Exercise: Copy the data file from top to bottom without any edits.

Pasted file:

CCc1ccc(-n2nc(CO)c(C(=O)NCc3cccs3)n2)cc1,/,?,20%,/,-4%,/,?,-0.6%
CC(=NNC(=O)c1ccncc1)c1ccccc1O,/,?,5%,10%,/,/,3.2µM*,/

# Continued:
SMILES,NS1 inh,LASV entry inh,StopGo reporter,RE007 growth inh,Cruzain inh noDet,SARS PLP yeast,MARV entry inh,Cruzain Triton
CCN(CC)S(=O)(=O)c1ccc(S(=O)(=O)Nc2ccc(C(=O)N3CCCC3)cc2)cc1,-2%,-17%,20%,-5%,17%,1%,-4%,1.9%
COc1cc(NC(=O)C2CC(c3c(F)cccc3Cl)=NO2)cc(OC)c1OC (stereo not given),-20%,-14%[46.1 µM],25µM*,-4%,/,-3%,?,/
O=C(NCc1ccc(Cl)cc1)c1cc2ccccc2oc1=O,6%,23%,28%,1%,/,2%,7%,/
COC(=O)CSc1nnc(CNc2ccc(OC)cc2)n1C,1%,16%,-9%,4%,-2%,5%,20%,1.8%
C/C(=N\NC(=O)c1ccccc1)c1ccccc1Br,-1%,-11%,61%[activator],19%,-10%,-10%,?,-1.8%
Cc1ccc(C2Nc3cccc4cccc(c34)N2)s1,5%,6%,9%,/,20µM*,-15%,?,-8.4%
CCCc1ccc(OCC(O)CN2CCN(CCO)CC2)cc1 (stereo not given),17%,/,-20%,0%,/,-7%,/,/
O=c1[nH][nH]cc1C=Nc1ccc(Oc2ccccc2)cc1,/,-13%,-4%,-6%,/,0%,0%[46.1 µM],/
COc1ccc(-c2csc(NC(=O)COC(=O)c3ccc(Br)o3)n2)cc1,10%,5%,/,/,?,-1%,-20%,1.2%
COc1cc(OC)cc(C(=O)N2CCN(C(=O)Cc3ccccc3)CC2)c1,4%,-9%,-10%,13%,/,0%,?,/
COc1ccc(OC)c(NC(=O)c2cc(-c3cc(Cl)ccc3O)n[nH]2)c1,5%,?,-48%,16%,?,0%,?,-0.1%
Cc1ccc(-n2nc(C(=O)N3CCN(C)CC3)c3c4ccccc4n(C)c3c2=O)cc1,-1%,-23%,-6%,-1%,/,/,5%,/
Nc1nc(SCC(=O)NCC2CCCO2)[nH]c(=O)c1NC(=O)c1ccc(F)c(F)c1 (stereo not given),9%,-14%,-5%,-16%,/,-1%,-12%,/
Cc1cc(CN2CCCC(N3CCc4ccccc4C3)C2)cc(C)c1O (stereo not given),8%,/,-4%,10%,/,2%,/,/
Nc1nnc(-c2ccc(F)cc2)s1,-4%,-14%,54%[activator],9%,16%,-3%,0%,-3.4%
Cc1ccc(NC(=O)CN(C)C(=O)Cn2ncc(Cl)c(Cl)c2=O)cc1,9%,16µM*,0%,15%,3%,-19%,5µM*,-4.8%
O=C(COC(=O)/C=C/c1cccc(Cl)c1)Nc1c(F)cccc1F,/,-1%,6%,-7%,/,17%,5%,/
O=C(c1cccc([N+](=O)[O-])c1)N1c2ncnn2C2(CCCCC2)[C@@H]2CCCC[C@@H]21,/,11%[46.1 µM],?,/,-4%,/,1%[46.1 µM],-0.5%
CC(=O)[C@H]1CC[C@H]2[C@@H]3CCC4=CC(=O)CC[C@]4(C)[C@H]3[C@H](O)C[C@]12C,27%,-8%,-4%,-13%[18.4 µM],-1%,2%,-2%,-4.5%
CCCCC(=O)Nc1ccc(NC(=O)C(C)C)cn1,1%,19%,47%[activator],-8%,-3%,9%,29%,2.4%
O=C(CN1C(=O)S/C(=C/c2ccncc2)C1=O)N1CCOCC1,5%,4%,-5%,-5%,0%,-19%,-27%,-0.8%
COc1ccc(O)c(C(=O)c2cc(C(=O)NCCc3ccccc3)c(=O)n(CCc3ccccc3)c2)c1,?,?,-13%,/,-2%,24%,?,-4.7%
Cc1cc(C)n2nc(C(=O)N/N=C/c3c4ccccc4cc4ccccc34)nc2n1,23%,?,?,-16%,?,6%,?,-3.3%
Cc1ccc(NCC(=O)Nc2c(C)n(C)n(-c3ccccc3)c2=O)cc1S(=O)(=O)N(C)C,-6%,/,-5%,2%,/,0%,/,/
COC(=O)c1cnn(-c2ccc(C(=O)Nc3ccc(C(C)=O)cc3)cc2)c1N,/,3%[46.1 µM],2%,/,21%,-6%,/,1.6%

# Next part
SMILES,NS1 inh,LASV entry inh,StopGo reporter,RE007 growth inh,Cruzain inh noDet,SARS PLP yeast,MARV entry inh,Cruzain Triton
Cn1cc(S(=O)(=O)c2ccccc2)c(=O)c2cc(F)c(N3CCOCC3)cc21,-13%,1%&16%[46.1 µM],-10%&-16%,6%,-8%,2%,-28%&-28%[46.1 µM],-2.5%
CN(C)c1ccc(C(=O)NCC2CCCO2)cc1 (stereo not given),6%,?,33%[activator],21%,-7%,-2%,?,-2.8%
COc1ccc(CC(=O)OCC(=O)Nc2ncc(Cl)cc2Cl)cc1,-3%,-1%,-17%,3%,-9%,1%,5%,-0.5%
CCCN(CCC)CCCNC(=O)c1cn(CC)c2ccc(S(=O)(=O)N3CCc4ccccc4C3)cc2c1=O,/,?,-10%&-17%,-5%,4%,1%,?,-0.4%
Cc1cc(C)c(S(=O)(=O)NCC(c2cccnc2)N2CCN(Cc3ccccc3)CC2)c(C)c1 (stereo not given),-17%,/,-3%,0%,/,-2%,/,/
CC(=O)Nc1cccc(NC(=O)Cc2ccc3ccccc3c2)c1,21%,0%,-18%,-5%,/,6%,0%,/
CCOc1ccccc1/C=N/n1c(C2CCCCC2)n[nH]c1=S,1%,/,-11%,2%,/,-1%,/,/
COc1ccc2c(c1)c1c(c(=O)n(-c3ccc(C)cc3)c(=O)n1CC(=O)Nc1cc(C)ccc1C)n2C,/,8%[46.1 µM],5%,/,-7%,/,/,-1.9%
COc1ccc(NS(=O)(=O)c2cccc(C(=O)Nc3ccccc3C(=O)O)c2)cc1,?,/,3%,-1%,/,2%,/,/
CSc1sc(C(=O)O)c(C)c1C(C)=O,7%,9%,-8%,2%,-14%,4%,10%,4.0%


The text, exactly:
CCc1ccc(-n2nc(CO)c(C(=O)NCc3cccs3)n2)cc1,/,?,20%,/,-4%,/,?,-0.6%
CC(=NNC(=O)c1ccncc1)c1ccccc1O,/,?,5%,10%,/,/,3.2µM*,/

# Continued:
SMILES,NS1 inh,LASV entry inh,StopGo reporter,RE007 growth inh,Cruzain inh noDet,SARS PLP yeast,MARV entry inh,Cruzain Triton
CCN(CC)S(=O)(=O)c1ccc(S(=O)(=O)Nc2ccc(C(=O)N3CCCC3)cc2)cc1,-2%,-17%,20%,-5%,17%,1%,-4%,1.9%
COc1cc(NC(=O)C2CC(c3c(F)cccc3Cl)=NO2)cc(OC)c1OC (stereo not given),-20%,-14%[46.1 µM],25µM*,-4%,/,-3%,?,/
O=C(NCc1ccc(Cl)cc1)c1cc2ccccc2oc1=O,6%,23%,28%,1%,/,2%,7%,/
COC(=O)CSc1nnc(CNc2ccc(OC)cc2)n1C,1%,16%,-9%,4%,-2%,5%,20%,1.8%
C/C(=N\NC(=O)c1ccccc1)c1ccccc1Br,-1%,-11%,61%[activator],19%,-10%,-10%,?,-1.8%
Cc1ccc(C2Nc3cccc4cccc(c34)N2)s1,5%,6%,9%,/,20µM*,-15%,?,-8.4%
CCCc1ccc(OCC(O)CN2CCN(CCO)CC2)cc1 (stereo not given),17%,/,-20%,0%,/,-7%,/,/
O=c1[nH][nH]cc1C=Nc1ccc(Oc2ccccc2)cc1,/,-13%,-4%,-6%,/,0%,0%[46.1 µM],/
COc1ccc(-c2csc(NC(=O)COC(=O)c3ccc(Br)o3)n2)cc1,10%,5%,/,/,?,-1%,-20%,1.2%
COc1cc(OC)cc(C(=O)N2CCN(C(=O)Cc3ccccc3)CC2)c1,4%,-9%,-10%,13%,/,0%,?,/
COc1ccc(OC)c(NC(=O)c2cc(-c3cc(Cl)ccc3O)n[nH]2)c1,5%,?,-48%,16%,?,0%,?,-0.1%
Cc1ccc(-n2nc(C(=O)N3CCN(C)CC3)c3c4ccccc4n(C)c3c2=O)cc1,-1%,-23%,-6%,-1%,/,/,5%,/
Nc1nc(SCC(=O)NCC2CCCO2)[nH]c(=O)c1NC(=O)c1ccc(F)c(F)c1 (stereo not given),9%,-14%,-5%,-16%,/,-1%,-12%,/
Cc1cc(CN2CCCC(N3CCc4ccccc4C3)C2)cc(C)c1O (stereo not given),8%,/,-4%,10%,/,2%,/,/
Nc1nnc(-c2ccc(F)cc2)s1,-4%,-14%,54%[activator],9%,16%,-3%,0%,-3.4%
Cc1ccc(NC(=O)CN(C)C(=O)Cn2ncc(Cl)c(Cl)c2=O)cc1,9%,16µM*,0%,15%,3%,-19%,5µM*,-4.8%
O=C(COC(=O)/C=C/c1cccc(Cl)c1)Nc1c(F)cccc1F,/,-1%,6%,-7%,/,17%,5%,/
O=C(c1cccc([N+](=O)[O-])c1)N1c2ncnn2C2(CCCCC2)[C@@H]2CCCC[C@@H]21,/,11%[46.1 µM],?,/,-4%,/,1%[46.1 µM],-0.5%
CC(=O)[C@H]1CC[C@H]2[C@@H]3CCC4=CC(=O)CC[C@]4(C)[C@H]3[C@H](O)C[C@]12C,27%,-8%,-4%,-13%[18.4 µM],-1%,2%,-2%,-4.5%
CCCCC(=O)Nc1ccc(NC(=O)C(C)C)cn1,1%,19%,47%[activator],-8%,-3%,9%,29%,2.4%
O=C(CN1C(=O)S/C(=C/c2ccncc2)C1=O)N1CCOCC1,5%,4%,-5%,-5%,0%,-19%,-27%,-0.8%
COc1ccc(O)c(C(=O)c2cc(C(=O)NCCc3ccccc3)c(=O)n(CCc3ccccc3)c2)c1,?,?,-13%,/,-2%,24%,?,-4.7%
Cc1cc(C)n2nc(C(=O)N/N=C/c3c4ccccc4cc4ccccc34)nc2n1,23%,?,?,-16%,?,6%,?,-3.3%
Cc1ccc(NCC(=O)Nc2c(C)n(C)n(-c3ccccc3)c2=O)cc1S(=O)(=O)N(C)C,-6%,/,-5%,2%,/,0%,/,/
COC(=O)c1cnn(-c2ccc(C(=O)Nc3ccc(C(C)=O)cc3)cc2)c1N,/,3%[46.1 µM],2%,/,21%,-6%,/,1.6%

# Next part
SMILES,NS1 inh,LASV entry inh,StopGo reporter,RE007 growth inh,Cruzain inh noDet,SARS PLP yeast,MARV entry inh,Cruzain Triton
Cn1cc(S(=O)(=O)c2ccccc2)c(=O)c2cc(F)c(N3CCOCC3)cc21,-13%,1%&16%[46.1 µM],-10%&-16%,6%,-8%,2%,-28%&-28%[46.1 µM],-2.5%
CN(C)c1ccc(C(=O)NCC2CCCO2)cc1 (stereo not given),6%,?,33%[activator],21%,-7%,-2%,?,-2.8%
COc1ccc(CC(=O)OCC(=O)Nc2ncc(Cl)cc2Cl)cc1,-3%,-1%,-17%,3%,-9%,1%,5%,-0.5%
CCCN(CCC)CCCNC(=O)c1cn(CC)c2ccc(S(=O)(=O)N3CCc4ccccc4C3)cc2c1=O,/,?,-10%&-17%,-5%,4%,1%,?,-0.4%
Cc1cc(C)c(S(=O)(=O)NCC(c2cccnc2)N2CCN(Cc3ccccc3)CC2)c(C)c1 (stereo not given),-17%,/,-3%,0%,/,-2%,/,/
CC(=O)Nc1cccc(NC(=O)Cc2ccc3ccccc3c2)c1,21%,0%,-18%,-5%,/,6%,0%,/
CCOc1ccccc1/C=N/n1c(C2CCCCC2)n[nH]c1=S,1%,/,-11%,2%,/,-1%,/,/
COc1ccc2c(c1)c1c(c(=O)n(-c3ccc(C)cc3)c(=O)n1CC(=O)Nc1cc(C)ccc1C)n2C,/,8%[46.1 µM],5%,/,-7%,/,/,-1.9%
COc1ccc(NS(=O)(=O)c2cccc(C(=O)Nc3ccccc3C(=O)O)c2)cc1,?,/,3%,-1%,/,2%,/,/
CSc1sc(C(=O)O)c(C)c1C(C)=O,7%,9%,-8%,2%,-14%,4%,10%,4.0%